As the second topic for the session, Carolyn Hansen, Metadata Librarian, and her colleague Sean Crowe, Electronic Resources Librarian at University of Cincinnati Libraries, will describe their experiences of transitioning from cataloging to metadata, which is a common occurrence for catalogers these days. As materials and projects are brought online as well as born digital, traditional cataloging sometimes does not suffice the needs of these types of collections. Their presentation is titled "From Cataloging to Metadata: Difference in Scope, Skills, and Standards" and will focus on UC's conversion of over 9,000 Dublin Core records to the VRA standard, illustrating the differences between traditional cataloging and metadata projects with technical details at the forefront.
Cataloging Norms Interest Group chose these two topics based on their practical merits and theoretical implications, and believes that our attendees will gain many useful insights and take away further questions to discuss among themselves and their library colleagues.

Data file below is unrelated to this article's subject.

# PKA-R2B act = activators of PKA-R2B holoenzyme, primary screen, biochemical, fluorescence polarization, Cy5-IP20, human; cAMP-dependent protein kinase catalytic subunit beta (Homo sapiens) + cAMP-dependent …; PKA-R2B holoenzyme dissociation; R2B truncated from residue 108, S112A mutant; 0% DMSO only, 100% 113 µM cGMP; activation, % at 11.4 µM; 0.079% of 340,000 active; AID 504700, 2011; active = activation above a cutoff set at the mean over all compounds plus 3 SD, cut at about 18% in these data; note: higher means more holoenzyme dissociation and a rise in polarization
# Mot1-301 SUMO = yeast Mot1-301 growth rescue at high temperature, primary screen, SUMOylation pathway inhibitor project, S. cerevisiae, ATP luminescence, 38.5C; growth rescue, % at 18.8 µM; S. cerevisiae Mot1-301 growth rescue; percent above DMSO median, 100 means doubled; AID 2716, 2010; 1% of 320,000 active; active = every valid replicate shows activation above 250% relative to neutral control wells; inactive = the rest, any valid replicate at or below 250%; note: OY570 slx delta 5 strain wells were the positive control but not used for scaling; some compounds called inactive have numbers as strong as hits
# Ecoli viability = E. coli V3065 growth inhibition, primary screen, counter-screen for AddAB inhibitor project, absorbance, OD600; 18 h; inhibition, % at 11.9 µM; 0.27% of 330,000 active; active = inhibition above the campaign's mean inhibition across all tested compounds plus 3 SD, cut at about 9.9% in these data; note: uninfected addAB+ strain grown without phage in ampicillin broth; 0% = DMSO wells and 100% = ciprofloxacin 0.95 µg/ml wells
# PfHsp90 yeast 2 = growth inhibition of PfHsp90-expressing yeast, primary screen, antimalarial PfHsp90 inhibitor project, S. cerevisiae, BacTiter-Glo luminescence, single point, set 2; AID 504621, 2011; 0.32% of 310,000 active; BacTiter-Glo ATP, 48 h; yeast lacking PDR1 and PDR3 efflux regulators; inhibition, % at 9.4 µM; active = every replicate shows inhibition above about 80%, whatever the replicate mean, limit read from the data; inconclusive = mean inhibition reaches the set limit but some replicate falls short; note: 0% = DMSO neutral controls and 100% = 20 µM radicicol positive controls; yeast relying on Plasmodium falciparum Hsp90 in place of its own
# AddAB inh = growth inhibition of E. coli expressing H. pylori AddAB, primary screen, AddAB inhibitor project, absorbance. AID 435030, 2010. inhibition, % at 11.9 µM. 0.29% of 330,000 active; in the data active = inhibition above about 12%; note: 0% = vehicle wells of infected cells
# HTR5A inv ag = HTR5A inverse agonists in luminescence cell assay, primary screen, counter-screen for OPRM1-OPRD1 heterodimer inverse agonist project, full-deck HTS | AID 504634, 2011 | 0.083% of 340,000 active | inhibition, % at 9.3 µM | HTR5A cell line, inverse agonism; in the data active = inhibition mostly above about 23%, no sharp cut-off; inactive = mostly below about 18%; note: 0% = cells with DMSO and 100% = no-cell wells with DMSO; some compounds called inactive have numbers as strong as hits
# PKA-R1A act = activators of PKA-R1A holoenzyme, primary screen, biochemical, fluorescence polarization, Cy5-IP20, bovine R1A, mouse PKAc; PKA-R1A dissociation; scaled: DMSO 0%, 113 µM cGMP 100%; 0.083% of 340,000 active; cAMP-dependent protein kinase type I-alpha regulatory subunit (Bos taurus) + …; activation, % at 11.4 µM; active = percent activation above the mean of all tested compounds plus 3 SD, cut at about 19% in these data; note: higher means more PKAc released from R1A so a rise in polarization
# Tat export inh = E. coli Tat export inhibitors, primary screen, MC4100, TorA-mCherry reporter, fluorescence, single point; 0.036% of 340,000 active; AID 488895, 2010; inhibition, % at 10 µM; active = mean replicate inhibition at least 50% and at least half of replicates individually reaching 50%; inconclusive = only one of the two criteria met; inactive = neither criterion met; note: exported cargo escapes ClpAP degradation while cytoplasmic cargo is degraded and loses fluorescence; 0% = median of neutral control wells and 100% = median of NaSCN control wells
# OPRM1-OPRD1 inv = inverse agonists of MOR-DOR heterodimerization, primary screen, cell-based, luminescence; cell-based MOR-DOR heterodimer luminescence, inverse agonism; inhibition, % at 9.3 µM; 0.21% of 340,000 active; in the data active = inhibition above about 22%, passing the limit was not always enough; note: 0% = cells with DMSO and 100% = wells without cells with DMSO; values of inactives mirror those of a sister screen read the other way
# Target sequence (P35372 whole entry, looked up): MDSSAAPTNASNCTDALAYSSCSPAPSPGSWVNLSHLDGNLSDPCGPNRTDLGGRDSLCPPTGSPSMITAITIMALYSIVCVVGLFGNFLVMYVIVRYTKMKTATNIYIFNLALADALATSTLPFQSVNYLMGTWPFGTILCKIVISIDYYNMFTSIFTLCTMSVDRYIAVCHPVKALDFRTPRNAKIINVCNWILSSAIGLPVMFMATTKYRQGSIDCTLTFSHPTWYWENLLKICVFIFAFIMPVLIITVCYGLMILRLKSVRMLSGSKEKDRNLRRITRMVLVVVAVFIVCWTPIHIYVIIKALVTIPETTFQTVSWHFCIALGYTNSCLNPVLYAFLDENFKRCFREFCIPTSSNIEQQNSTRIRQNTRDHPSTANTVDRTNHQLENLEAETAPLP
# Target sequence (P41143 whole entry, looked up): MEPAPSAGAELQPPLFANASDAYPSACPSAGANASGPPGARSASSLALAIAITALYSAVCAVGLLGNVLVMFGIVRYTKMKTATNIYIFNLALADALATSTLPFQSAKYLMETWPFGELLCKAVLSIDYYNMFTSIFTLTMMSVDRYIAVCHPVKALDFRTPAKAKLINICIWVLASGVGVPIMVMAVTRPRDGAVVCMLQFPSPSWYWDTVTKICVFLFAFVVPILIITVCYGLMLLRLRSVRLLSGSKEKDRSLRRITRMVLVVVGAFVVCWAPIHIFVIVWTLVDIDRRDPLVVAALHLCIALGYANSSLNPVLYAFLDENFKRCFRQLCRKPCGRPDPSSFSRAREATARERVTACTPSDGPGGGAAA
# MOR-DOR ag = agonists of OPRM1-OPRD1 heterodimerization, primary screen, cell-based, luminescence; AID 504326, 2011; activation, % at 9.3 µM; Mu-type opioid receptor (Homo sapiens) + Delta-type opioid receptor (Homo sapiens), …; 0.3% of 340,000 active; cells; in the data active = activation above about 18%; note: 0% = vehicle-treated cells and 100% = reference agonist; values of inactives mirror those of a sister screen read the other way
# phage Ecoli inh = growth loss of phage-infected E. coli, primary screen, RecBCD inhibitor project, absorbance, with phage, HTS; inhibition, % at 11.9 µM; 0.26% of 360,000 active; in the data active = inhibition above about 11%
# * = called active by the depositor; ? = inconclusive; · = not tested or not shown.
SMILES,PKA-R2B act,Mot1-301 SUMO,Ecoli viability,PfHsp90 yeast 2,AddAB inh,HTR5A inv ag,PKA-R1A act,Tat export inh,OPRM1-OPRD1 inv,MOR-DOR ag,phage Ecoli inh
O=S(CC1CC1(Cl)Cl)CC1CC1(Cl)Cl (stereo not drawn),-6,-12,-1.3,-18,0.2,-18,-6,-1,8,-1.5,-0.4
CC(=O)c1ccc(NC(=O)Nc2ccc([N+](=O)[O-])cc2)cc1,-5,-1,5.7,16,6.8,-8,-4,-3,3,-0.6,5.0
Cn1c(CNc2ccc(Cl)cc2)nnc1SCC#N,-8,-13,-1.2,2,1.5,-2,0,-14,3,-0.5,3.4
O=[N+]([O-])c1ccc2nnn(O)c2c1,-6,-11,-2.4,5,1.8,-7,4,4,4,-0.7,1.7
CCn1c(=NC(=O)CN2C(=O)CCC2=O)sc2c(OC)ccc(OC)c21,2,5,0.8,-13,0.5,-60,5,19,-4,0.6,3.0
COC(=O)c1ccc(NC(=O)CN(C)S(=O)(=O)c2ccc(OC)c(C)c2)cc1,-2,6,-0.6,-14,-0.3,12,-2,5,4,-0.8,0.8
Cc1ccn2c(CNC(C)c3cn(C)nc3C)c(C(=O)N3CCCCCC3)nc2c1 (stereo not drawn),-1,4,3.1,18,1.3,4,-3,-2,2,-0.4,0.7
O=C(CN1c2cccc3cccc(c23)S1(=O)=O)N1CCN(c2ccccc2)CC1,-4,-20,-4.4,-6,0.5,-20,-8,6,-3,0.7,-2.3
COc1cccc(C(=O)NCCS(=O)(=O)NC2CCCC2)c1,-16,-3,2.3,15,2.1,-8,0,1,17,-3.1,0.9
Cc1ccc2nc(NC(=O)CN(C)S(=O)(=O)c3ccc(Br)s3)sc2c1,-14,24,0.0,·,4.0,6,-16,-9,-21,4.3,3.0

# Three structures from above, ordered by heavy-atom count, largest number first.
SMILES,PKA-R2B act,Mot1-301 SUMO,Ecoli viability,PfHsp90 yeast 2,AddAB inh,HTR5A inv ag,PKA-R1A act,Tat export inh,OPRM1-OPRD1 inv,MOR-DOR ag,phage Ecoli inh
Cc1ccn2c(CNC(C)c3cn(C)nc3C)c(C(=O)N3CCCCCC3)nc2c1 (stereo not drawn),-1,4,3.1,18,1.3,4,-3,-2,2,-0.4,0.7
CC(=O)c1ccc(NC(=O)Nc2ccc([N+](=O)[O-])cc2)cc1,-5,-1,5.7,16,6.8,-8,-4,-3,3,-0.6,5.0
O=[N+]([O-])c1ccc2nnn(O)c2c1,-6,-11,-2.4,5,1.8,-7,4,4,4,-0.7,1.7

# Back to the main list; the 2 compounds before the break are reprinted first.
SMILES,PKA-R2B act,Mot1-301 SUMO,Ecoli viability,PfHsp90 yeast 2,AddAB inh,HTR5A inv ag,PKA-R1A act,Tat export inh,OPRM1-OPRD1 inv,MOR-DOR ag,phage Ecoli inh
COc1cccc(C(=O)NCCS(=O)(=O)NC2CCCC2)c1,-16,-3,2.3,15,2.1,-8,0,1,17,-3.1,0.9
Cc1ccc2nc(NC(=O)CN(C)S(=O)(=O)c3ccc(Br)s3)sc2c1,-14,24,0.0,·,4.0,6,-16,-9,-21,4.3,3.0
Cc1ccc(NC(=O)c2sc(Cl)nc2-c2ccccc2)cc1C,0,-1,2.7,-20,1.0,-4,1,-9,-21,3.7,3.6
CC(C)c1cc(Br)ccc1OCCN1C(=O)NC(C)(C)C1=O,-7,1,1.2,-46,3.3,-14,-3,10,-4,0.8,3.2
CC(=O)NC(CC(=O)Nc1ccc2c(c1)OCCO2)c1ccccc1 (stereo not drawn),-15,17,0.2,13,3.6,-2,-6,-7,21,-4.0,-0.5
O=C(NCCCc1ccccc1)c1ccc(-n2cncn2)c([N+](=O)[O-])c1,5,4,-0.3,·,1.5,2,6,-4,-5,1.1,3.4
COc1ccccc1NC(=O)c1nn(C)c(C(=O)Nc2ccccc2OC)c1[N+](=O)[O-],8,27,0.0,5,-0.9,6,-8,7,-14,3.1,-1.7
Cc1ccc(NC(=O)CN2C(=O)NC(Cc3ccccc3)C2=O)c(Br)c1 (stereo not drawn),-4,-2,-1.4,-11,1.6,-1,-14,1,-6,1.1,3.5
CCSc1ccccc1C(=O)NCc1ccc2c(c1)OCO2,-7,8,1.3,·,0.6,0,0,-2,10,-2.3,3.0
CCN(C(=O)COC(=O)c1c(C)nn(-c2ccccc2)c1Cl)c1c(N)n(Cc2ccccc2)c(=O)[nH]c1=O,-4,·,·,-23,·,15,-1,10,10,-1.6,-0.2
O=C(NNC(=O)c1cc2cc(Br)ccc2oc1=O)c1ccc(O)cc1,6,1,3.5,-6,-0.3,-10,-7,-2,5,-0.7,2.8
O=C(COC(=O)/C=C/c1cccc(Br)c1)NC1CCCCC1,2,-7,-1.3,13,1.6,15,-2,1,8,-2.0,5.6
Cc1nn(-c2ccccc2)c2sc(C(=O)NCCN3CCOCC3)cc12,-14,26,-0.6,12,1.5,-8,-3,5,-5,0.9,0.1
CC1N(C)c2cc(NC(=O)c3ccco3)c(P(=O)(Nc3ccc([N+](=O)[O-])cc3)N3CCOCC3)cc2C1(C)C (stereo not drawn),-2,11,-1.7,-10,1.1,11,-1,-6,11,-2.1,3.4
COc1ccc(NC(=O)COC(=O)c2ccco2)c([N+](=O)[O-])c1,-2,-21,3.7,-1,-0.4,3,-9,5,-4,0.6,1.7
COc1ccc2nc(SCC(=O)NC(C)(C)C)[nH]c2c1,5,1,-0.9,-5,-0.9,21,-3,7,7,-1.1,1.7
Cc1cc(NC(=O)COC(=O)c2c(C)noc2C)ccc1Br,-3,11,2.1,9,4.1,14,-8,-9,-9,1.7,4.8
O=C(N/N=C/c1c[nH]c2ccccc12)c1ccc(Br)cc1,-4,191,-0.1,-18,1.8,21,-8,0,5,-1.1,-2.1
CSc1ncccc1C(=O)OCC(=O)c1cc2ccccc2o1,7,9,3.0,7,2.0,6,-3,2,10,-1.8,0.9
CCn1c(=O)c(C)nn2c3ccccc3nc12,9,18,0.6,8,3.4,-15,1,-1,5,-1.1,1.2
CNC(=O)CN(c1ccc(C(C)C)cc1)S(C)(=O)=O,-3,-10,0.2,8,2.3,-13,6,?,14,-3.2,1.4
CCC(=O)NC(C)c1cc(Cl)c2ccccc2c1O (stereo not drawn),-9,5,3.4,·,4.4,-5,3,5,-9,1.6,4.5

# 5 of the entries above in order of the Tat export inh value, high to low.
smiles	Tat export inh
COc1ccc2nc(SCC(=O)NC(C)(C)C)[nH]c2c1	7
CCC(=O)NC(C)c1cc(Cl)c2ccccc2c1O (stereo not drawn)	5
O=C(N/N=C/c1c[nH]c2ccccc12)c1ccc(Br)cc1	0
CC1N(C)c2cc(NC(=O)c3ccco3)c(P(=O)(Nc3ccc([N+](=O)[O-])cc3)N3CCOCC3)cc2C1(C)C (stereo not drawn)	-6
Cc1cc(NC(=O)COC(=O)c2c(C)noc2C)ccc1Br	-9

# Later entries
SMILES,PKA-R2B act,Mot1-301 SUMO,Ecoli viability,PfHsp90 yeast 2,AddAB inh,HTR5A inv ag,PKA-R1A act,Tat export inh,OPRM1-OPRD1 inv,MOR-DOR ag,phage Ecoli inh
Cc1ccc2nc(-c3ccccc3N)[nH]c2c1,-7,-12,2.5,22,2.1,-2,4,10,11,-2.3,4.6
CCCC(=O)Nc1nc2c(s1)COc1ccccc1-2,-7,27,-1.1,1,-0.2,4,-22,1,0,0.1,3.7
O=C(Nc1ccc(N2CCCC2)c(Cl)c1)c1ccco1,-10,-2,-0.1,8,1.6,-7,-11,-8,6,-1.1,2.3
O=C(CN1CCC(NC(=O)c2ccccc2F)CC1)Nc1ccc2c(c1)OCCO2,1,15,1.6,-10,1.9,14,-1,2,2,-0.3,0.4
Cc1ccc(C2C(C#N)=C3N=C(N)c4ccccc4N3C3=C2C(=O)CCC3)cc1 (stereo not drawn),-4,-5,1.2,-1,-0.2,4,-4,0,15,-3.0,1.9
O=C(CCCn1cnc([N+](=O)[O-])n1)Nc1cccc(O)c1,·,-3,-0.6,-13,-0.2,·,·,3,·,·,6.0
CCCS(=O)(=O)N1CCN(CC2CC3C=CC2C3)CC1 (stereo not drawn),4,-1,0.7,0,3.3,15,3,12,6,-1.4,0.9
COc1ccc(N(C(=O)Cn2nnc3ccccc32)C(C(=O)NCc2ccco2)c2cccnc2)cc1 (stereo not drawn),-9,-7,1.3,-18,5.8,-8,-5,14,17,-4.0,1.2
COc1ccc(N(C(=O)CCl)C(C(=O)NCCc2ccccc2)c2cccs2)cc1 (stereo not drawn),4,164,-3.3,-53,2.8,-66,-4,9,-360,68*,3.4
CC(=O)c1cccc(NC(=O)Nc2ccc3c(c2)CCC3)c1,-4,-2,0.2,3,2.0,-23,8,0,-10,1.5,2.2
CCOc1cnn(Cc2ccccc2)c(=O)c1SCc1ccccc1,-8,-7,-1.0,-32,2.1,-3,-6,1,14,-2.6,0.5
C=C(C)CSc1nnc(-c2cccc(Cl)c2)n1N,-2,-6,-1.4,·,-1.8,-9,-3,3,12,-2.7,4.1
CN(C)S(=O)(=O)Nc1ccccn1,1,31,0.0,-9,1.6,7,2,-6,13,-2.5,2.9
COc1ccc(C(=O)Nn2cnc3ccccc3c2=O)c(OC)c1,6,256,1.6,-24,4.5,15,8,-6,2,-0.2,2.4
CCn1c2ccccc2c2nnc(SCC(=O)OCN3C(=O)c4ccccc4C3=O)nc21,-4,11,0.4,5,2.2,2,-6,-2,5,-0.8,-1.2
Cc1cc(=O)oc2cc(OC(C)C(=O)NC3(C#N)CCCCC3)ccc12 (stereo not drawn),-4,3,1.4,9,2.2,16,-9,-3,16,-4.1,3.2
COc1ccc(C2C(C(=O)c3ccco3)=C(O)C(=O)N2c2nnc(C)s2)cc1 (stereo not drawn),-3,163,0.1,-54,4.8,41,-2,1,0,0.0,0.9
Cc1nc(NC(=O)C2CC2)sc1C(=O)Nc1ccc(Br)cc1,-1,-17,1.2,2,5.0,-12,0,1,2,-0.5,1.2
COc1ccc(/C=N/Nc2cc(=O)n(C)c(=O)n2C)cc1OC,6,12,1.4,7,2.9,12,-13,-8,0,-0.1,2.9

Pushing the Boundaries of Metadata in a Hybrid Department
The Resource Access Team at the University of Connecticut Libraries has been involved with digital initiatives for quite some time. Most notably, UCL acquired two vendor products to respond to the rise in digital projects: Digital Commons from BePress and ContentDM from OCLC. On the one hand, the role of the catalog/metadata librarians with Digital Commons was and remains limited to creating and editing metadata in certain series. Their role with ContentDM was, on the other hand, to create and edit metadata and determine which Dublin Core fields to implement. Despite this larger role with ContentDM, the project was seen by many outside the team to be too MARC and AACR2 focused leading to problems with search, discovery and machine readable data. This approach radically changed with two newly formed committees: eScience and the Second Generation Digital Repository. Administration and staff saw the need for metadata beyond Dublin Core, metadata templates, and creating and editing metadata in forms. In light of this new perspective on metadata, I saw an opportunity to push the boundaries of the role played by the cataloger/metadata librarians at UCL. In this presentation, I will discuss these opportunities presented by these new projects at UCL and the challenges they present for those hoping to push the boundaries in a hybrid department.